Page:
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Multi-Task Brendan Telford , September 25th, 2017 15:40

On their second album, Omni take their influences and use them all at once - and it works, mostly.

Atlanta trio Omni release Multi-Task barely a year after their debut, Deluxe. That album was a dissonant bliss bomb, a discharge of energy and direction that befits the gilt-edged sharpness of Ought or Protomartyr but without the gurning nihilism, that matches the smartarse pop of Parquet Courts without intellectualising everything. It made an impression. Multi-Task doesn’t rock the boat too much; if anything it is more streamlined, less abrasive, ready to be swallowed whole.

It harks further back, to post punk and art rock, and there's a clue in title. The trio take the influences that colour their sound and use them all at once, and for the majority of the album it works. Listen to the 1978-era Wire-esque intensity and echoed, faux vintage production stylings throughout, specifically on the excellent ‘First Degree’. ‘Equestrian’ has a Roxy Music-meets-peak-Strokes flamboyance, then when the hi-hat canter hits the fore it becomes more of a devilish Devo shimmy. The Tera Melos finger-pick intensity from Frankie Broyles that opens ‘Choke’ slows down to a Television chord cadence. ‘Tuxedo Blues’ pins down the metallic accuracy and agitated tension of Women before throwing it into a quirky spin cycle.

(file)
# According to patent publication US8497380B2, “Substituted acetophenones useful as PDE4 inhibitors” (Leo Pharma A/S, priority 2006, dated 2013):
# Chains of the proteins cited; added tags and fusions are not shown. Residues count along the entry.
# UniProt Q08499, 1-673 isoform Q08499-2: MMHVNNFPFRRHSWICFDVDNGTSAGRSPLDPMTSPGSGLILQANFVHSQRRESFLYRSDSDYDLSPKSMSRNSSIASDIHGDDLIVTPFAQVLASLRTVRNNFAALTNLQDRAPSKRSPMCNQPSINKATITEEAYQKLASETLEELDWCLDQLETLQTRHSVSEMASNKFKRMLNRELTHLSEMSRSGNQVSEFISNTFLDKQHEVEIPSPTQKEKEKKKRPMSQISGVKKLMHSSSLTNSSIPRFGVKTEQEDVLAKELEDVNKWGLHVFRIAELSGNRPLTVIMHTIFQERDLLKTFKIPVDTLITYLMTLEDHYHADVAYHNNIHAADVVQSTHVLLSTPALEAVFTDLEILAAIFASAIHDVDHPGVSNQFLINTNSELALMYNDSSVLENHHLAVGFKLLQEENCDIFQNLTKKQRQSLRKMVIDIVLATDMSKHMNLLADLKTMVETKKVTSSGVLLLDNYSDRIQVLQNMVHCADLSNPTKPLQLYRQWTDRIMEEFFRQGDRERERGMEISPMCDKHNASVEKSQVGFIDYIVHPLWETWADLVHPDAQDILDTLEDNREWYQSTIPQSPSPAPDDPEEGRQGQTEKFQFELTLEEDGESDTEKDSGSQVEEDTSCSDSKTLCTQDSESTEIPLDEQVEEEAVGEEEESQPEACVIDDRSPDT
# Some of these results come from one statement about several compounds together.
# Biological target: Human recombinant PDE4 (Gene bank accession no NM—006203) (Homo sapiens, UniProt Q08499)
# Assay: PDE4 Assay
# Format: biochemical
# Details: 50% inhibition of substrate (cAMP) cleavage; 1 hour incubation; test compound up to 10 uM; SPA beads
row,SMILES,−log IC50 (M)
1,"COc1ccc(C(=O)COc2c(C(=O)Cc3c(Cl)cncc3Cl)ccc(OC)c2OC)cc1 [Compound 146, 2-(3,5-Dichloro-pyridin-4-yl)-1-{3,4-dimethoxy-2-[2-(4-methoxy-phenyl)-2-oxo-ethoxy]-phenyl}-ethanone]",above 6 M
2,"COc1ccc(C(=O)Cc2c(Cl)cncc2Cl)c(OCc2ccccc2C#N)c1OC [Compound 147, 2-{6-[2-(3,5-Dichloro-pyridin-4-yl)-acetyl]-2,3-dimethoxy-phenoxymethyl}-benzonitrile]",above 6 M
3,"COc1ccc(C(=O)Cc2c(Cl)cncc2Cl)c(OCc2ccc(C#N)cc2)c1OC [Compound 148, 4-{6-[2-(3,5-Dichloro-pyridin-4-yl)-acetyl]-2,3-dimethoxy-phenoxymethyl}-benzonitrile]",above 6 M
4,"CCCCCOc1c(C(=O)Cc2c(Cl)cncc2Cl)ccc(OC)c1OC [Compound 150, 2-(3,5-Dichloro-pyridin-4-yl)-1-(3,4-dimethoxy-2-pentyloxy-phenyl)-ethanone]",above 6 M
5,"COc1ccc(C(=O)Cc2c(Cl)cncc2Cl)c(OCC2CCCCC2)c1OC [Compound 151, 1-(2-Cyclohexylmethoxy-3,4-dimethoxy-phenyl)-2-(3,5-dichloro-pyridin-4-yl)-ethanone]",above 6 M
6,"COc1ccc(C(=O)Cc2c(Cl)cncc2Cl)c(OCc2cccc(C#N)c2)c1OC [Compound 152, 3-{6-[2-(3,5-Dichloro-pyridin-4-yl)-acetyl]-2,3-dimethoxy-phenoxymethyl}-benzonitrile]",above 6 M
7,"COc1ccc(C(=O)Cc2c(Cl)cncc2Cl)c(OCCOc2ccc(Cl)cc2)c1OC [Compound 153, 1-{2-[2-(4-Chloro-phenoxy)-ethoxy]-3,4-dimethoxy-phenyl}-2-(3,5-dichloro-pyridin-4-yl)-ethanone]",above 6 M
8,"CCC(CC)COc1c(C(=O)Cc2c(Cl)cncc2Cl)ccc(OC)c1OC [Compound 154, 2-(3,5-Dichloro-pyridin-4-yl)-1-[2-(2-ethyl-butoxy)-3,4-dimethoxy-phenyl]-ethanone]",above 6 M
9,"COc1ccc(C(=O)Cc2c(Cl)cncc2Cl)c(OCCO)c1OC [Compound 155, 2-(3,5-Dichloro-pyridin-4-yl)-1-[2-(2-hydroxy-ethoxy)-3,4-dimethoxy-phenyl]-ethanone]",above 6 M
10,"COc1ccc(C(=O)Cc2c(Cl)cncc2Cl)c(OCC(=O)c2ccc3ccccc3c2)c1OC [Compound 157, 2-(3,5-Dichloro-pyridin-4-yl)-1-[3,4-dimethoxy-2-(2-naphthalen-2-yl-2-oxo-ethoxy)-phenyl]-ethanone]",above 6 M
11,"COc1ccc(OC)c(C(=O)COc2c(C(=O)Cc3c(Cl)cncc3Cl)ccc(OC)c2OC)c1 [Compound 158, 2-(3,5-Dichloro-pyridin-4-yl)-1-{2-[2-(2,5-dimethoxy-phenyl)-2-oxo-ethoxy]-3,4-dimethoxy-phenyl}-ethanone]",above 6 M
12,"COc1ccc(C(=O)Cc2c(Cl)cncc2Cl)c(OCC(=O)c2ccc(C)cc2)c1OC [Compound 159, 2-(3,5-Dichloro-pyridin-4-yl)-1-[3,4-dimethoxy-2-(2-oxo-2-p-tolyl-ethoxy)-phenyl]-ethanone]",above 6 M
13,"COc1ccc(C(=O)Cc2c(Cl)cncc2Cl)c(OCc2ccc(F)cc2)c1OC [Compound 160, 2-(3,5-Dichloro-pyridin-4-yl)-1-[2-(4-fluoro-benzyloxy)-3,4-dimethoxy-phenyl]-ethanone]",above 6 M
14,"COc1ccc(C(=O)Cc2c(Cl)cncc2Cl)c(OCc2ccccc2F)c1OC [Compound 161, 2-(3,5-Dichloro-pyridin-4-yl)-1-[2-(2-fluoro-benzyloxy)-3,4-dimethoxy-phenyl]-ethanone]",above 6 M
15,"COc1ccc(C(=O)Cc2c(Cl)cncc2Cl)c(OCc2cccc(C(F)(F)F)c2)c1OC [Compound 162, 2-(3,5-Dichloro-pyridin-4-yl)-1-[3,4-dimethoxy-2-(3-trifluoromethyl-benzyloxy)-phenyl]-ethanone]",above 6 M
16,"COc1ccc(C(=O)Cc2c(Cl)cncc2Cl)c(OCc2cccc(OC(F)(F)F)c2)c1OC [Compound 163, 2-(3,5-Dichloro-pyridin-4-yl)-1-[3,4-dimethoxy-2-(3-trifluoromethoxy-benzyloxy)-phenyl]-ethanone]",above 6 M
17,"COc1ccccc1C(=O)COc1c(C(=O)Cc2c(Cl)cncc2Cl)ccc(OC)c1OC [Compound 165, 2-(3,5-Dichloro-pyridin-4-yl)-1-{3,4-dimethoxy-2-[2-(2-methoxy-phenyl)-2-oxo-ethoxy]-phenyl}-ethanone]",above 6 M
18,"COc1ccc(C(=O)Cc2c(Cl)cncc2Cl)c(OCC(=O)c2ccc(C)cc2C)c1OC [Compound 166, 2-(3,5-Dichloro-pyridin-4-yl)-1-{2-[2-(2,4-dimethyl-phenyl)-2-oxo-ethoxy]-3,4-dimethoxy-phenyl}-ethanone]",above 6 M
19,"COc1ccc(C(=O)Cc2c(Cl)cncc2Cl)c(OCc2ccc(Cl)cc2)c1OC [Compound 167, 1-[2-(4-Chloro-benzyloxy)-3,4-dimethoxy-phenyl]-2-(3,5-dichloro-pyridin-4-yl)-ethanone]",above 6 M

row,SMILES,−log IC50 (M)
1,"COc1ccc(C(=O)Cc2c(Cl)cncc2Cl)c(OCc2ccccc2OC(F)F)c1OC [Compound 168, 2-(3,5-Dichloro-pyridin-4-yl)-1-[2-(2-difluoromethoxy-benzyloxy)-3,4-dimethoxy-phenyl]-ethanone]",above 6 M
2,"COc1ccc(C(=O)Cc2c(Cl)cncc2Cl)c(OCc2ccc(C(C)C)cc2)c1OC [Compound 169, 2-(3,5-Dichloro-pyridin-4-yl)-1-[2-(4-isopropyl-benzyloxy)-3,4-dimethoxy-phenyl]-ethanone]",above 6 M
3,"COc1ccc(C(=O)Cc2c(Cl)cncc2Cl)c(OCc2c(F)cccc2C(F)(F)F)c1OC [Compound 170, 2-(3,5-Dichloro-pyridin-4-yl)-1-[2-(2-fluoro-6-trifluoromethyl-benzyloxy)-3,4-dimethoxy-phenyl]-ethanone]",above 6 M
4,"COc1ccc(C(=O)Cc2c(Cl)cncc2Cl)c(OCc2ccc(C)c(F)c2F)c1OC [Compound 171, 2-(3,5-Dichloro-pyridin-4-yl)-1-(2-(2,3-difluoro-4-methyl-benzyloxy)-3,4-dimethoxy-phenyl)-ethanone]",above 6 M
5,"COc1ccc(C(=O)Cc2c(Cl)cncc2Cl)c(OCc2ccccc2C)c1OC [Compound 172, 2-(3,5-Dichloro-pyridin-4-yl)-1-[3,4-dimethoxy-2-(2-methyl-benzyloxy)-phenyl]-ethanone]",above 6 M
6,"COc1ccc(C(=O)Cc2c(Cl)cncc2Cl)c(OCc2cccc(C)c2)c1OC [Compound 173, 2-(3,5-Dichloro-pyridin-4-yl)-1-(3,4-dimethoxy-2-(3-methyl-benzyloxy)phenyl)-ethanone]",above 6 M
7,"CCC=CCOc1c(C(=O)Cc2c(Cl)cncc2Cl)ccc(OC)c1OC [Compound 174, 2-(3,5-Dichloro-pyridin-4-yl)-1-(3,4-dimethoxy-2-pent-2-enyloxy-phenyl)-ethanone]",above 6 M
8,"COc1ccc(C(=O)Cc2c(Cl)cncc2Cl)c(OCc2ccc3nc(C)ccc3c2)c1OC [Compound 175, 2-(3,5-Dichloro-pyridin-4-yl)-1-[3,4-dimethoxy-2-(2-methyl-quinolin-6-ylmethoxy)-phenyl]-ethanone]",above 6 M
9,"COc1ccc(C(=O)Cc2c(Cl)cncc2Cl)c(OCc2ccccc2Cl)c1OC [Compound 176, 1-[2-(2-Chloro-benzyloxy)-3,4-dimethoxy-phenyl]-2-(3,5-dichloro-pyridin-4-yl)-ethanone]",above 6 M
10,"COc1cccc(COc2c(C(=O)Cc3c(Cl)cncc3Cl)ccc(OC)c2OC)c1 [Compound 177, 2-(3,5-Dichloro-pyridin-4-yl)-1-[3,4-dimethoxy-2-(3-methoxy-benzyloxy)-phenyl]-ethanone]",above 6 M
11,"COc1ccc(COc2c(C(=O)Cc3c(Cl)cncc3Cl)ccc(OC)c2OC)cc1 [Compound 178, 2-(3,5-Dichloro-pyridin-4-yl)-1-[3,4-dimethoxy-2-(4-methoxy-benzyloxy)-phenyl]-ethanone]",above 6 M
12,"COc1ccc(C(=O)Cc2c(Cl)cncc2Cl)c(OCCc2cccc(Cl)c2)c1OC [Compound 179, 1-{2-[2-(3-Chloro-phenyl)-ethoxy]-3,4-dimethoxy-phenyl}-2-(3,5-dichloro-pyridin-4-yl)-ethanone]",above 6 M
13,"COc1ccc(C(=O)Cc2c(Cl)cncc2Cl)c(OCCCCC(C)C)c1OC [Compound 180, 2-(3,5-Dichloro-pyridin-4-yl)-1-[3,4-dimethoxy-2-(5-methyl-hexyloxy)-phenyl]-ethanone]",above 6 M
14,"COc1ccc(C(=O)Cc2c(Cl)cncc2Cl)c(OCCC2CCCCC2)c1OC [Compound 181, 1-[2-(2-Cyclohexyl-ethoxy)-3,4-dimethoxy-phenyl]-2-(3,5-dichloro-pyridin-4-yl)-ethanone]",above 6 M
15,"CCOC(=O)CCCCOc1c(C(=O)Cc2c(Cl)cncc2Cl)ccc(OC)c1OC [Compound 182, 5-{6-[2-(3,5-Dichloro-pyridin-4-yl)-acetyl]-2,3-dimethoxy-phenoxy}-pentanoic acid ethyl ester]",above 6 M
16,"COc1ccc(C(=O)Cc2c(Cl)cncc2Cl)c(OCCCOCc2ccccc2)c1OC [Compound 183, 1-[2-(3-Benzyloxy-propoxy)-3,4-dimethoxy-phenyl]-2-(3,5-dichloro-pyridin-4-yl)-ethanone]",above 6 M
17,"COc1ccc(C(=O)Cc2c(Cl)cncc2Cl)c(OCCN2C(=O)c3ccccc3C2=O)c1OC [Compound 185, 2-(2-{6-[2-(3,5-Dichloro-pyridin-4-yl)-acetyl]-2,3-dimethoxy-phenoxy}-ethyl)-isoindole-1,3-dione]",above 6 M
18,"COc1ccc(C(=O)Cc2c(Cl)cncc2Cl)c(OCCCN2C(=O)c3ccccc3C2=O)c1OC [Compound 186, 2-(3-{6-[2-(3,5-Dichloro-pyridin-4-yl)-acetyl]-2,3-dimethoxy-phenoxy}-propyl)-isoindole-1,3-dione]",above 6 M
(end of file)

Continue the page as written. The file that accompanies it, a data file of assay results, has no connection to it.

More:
What Omni do, they do with extreme proficiency, shorn of all fat and brine and leaving only the most succulent, superlative cuts. Take ‘Supermoon’, a song that manages to jump genres and time frames, a fidgeting, squirming, uber-confident sprite that's all over in two-and-a-half minutes. Only closer ‘Type’ breaks the three-minute barrier (and then by a paltry two seconds), and it's the track that sticks most closely to the influential blueprint – this could easily be a more carefree Verlaine/Hell saunter.

So why am I nonplussed? Every reference I've made here is to artists I love and admire. Multi-Task is a good listen – I've had it on repeat for weeks, and the frenetic opening of ‘Southbound Station’ has soundtracked many a morning trudge. There is no doubt that these songs would resonate in a live capacity, and likely beat the Ought or Protomartyr or Parquet Courts for adroit efficacy and ardent frivolity. But it isn’t enough to tip what is a good album towards the great. Maybe it's the lack of a killer hook. Maybe those ghosts of the greats roam too freely across the album. Maybe it’s just me. I am left stuck between loving Multi-task and wanting much more.